Dip Your Paddle into Summer
If your idea of off-the-beaten track involves water, put sea kayaking on your summer fun list. Paddle along Oregon waterways to see the hidden home of birds, wildlife and natural landscapes that can’t be explored in any other way. Tour companies up and down the coast can get you out on the water, even if you are new to kayaking. Here are a few ideas to get you started:
North Coast: Kayak Tillamook offers year-round tours of lakes, bays, rivers and sloughs on the North Coast. Co-owner Marcus Hinz likes to take beginners to Cape Meares Lake for a paddle past blooming lily pads and unwieldy beaver lodges while keeping an eye out for rough skinned newts swimming in the water. Hinz says the lake is a geological anomaly, tucked in between the Pacific Ocean and Tillamook Bay on the Bay Ocean Spit. “Sitting on this calm fresh water lake you can hear the roar of the surf just over the sand dune,” he says. More experienced paddlers will like what he calls the Three Graces tour. Departing from the charming fishing town of Garibaldi, the route takes people around three large sea stacks. Low tides reveals starfish, sea anemones and various birds, and paddlers will usually see curious seals along the way.
Central Coast: Safari Town Surf Shop in Lincoln City helps visitors explore the Salmon River estuary and its sea lions, eagles and shorebirds. Owner Tony Gile guides trips upriver, tailoring each two- or three-hour tour to the ability and age of participants. The winding river narrows and widens along the route. “You are just kind of exploring. You don’t know what is going to be around the next bend.” Typically the next bend reveals birds, animals and the quiet beauty of the remote area. Time and tide permitting, Gile likes to take people to a remote sandy beach at the mouth of the Salmon River, inaccessible by car or on foot and popular with napping sea lions. “It’s beautiful, but not a lot of people get to see it,” he says.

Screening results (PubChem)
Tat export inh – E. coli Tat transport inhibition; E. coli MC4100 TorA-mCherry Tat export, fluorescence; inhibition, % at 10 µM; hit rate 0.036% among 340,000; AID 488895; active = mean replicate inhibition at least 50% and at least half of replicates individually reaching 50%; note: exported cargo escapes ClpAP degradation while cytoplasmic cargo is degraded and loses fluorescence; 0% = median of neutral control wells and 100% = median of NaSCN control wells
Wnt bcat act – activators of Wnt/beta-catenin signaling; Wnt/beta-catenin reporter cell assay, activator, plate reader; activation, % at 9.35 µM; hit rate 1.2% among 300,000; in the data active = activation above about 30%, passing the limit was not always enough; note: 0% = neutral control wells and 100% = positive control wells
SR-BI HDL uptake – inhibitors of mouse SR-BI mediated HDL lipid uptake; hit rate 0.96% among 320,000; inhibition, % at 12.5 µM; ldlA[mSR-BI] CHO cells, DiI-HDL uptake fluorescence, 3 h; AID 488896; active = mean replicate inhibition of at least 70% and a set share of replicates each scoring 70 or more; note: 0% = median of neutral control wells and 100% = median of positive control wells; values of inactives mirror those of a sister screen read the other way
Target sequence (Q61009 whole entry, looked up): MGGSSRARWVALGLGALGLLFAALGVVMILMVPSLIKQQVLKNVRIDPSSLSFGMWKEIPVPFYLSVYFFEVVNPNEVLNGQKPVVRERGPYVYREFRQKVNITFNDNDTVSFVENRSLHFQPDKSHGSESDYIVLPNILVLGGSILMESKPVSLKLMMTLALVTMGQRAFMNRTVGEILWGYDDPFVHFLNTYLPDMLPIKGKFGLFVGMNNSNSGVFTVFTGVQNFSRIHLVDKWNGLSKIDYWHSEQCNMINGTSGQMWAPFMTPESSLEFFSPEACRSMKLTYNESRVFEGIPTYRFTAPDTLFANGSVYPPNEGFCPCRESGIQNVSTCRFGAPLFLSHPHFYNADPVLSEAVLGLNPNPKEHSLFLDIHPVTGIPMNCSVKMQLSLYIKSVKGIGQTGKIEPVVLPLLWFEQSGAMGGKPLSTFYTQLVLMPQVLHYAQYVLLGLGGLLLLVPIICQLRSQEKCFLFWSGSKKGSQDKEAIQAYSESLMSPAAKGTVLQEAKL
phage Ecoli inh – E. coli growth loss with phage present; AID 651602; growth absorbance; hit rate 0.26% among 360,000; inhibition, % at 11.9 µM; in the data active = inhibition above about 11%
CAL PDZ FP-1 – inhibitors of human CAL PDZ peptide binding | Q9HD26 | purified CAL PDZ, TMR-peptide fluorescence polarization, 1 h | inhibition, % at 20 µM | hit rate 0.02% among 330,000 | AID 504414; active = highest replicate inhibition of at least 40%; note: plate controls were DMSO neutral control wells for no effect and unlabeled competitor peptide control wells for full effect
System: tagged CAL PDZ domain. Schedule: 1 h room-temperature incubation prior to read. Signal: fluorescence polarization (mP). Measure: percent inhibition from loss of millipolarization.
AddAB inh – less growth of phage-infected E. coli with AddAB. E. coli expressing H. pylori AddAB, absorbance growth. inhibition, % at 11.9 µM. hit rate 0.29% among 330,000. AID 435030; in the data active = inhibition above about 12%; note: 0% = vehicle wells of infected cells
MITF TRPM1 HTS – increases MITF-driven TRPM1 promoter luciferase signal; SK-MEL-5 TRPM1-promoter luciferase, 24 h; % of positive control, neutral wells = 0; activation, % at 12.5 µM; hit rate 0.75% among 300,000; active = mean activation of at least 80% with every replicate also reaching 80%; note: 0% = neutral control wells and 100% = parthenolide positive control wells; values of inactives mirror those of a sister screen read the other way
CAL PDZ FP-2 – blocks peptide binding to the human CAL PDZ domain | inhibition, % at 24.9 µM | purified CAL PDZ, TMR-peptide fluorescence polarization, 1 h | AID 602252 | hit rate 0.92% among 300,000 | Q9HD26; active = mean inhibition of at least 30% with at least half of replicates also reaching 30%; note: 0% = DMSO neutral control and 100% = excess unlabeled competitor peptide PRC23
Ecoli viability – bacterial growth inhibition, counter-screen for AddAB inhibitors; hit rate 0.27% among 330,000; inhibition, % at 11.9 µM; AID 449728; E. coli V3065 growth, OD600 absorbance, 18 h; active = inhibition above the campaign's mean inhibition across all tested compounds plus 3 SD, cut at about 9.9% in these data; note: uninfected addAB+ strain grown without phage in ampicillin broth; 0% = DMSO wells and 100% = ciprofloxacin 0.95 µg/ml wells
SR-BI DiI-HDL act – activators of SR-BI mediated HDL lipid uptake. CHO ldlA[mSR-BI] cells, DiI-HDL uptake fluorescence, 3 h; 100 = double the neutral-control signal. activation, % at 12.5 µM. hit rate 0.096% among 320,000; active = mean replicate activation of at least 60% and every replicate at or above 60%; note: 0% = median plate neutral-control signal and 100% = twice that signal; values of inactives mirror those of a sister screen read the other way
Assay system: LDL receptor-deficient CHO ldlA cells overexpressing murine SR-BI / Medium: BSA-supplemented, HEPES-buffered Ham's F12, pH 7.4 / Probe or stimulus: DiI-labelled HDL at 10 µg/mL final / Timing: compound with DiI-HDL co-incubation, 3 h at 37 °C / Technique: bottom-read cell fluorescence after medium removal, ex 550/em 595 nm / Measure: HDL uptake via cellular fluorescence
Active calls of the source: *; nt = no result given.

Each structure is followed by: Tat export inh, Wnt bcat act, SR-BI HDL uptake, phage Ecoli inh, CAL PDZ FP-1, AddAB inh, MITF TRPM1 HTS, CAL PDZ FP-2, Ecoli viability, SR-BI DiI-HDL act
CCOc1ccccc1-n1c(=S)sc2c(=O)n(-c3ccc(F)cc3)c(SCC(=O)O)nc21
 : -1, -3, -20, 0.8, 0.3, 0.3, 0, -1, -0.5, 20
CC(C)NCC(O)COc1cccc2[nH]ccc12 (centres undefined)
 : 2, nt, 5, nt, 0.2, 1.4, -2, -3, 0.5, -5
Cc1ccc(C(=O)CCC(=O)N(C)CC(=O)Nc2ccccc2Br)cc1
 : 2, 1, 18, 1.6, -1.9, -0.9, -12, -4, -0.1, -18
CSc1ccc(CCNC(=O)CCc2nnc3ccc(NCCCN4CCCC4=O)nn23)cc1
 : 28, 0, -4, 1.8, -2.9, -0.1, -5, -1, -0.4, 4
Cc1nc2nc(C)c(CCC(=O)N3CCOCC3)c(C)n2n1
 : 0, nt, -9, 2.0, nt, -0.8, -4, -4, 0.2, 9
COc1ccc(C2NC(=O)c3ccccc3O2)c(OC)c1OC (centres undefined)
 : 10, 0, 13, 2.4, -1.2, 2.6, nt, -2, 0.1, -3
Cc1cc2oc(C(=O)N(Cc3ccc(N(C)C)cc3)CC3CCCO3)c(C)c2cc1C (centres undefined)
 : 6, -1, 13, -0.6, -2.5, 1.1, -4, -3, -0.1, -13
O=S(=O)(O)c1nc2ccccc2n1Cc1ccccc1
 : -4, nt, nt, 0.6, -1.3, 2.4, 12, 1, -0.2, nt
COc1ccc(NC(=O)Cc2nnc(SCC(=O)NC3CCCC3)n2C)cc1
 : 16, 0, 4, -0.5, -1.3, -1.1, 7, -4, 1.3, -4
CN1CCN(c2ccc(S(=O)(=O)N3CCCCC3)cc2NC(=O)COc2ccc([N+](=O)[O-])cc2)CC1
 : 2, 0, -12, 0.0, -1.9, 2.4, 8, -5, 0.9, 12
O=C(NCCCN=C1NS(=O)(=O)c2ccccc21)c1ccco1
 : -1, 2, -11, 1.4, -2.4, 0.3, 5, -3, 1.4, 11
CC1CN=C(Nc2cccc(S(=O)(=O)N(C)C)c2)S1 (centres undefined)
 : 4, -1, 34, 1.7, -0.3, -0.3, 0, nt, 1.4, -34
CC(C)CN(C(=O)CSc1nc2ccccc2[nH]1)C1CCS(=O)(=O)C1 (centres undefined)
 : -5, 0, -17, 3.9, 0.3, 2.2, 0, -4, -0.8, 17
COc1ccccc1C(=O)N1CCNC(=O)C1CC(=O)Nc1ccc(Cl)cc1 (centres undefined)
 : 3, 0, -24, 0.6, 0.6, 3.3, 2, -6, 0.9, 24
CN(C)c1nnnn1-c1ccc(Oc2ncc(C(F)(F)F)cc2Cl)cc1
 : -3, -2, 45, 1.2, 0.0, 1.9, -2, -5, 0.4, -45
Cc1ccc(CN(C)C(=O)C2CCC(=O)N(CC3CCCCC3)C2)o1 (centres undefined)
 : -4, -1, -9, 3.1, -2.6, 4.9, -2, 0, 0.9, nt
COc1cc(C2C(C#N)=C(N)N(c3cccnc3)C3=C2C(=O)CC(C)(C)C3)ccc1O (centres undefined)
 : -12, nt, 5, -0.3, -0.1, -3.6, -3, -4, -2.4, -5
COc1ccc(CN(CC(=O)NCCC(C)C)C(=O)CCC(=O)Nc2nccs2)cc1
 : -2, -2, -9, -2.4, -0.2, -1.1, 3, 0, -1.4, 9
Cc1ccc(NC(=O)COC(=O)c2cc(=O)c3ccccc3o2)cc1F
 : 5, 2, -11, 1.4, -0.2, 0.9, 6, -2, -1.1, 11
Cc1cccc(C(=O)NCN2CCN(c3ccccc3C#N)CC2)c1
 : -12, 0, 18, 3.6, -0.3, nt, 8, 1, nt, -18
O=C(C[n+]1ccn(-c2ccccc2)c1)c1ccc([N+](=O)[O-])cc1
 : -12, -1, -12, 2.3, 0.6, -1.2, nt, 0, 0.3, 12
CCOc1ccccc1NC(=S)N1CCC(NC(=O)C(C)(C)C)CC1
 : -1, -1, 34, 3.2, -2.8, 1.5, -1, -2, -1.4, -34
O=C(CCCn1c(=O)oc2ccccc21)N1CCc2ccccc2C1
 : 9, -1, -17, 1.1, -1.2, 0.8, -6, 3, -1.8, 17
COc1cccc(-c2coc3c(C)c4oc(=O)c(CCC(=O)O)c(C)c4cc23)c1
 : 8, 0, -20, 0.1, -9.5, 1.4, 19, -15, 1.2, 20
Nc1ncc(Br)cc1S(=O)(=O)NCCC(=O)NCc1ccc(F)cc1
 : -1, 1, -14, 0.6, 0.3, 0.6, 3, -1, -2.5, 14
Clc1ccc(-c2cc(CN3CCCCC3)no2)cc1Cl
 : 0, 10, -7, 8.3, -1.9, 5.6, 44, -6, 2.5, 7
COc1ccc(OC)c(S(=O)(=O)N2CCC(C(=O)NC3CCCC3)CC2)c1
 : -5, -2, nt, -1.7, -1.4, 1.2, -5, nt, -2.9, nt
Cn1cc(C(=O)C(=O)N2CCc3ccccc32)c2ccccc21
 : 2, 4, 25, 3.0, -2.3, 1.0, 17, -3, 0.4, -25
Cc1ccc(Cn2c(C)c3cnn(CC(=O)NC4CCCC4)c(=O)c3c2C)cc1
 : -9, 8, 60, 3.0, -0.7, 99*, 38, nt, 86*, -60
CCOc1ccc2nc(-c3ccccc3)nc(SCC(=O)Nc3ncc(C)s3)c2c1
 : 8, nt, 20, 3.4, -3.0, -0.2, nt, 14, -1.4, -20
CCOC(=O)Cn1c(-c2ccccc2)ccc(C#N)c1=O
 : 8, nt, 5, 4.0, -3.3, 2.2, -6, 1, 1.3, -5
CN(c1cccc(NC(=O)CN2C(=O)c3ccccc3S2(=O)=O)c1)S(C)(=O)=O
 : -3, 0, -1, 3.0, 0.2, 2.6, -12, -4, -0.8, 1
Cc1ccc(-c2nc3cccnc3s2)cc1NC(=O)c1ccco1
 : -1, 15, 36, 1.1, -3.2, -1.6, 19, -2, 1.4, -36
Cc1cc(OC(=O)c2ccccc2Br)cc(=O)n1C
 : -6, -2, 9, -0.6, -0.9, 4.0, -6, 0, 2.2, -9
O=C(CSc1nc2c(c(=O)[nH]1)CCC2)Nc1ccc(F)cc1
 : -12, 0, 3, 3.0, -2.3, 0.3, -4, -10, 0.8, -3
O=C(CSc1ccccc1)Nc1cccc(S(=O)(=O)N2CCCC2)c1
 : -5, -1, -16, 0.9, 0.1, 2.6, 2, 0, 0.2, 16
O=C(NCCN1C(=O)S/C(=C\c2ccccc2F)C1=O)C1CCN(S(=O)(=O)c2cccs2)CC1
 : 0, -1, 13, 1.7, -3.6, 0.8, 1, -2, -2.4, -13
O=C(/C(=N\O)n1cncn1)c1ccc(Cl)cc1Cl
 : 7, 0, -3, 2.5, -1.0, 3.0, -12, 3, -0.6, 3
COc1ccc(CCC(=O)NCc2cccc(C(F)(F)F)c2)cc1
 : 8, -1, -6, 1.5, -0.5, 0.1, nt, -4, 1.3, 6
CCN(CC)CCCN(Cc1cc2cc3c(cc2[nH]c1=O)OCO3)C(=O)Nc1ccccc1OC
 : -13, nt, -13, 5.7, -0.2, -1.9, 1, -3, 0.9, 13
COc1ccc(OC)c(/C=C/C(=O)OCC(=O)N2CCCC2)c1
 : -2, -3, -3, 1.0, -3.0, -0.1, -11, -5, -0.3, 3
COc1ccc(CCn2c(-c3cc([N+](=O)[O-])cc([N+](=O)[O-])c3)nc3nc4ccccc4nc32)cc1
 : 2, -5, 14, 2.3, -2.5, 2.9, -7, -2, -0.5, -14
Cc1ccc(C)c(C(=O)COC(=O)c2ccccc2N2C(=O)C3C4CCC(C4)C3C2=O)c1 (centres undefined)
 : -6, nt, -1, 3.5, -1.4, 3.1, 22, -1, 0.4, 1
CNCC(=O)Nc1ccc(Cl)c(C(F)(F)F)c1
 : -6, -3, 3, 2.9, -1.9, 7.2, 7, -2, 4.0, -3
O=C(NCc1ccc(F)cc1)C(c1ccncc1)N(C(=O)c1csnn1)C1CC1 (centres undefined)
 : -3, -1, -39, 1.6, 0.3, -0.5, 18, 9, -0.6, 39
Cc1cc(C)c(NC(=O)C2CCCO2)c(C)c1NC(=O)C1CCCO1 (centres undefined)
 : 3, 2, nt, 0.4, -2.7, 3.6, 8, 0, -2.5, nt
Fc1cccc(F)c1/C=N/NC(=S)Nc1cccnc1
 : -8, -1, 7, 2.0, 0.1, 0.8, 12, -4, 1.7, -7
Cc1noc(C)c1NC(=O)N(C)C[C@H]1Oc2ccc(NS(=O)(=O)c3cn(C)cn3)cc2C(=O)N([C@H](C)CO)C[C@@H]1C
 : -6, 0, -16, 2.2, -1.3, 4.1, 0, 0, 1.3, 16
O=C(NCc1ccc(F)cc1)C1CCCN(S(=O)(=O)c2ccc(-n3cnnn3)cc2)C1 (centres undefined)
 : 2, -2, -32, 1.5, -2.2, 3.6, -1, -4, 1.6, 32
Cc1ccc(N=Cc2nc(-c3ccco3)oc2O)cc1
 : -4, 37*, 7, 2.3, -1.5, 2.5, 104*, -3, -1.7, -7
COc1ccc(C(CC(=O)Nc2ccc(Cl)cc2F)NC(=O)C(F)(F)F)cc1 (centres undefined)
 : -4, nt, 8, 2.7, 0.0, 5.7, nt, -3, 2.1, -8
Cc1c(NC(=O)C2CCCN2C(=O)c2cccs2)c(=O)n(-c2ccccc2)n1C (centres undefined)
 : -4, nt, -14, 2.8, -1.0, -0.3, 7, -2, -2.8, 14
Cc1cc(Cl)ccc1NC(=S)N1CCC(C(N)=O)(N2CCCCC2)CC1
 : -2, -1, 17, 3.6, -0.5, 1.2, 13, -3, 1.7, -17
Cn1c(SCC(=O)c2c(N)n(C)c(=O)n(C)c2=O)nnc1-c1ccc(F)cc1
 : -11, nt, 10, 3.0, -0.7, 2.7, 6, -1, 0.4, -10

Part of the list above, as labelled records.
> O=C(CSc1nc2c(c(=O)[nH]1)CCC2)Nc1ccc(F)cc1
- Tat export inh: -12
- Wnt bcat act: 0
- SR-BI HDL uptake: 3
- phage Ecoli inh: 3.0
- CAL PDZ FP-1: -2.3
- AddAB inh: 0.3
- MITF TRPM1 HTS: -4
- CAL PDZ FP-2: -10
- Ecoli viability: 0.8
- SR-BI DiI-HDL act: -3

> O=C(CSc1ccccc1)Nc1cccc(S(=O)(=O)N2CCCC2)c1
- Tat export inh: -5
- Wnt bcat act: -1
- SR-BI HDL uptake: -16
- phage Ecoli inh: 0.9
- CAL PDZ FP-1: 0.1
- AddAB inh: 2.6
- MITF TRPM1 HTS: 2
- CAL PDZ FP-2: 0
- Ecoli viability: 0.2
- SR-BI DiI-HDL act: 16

South Coast: Dave Lacey, owner of South Coast Tours, might be a little biased, but he says of his region, “In all honesty it is the most beautiful part of the coast.” Lacey leads tours from Port Orford to Brookings. His most popular tour for beginners is Port Orford Head, just off the coast of Port Orford. “It’s got amazing geologic features — headlands, arches, coves and sea caves,” Lacey says. Along the way, paddlers will find themselves up close to a variety birds and marine mammals, including sea lions, seals, osprey, cormorants, pelicans and pigeon guillemots. “The South Coast is a hot spot for wildlife.” Lacey says his customers are often impressed by how easily they take to sea kayaking. “People expected it to be harder and a little more dangerous. They don’t realize how stable the boats are.”
Tour companies provide everything you need to get out on the water — a kayak, wet suit, life jacket and paddle. You provide the paddle power and enthusiasm.
About the Author: Eileen Garvin
Eileen Garvin is the editor of Travel Oregon’s Seasonal Features, enewsletters and annual visitor guide. When she’s not cooking up trip ideas, Oregon Dreamer profiles and outdoor adventures to write about, she’s out exploring Oregon.
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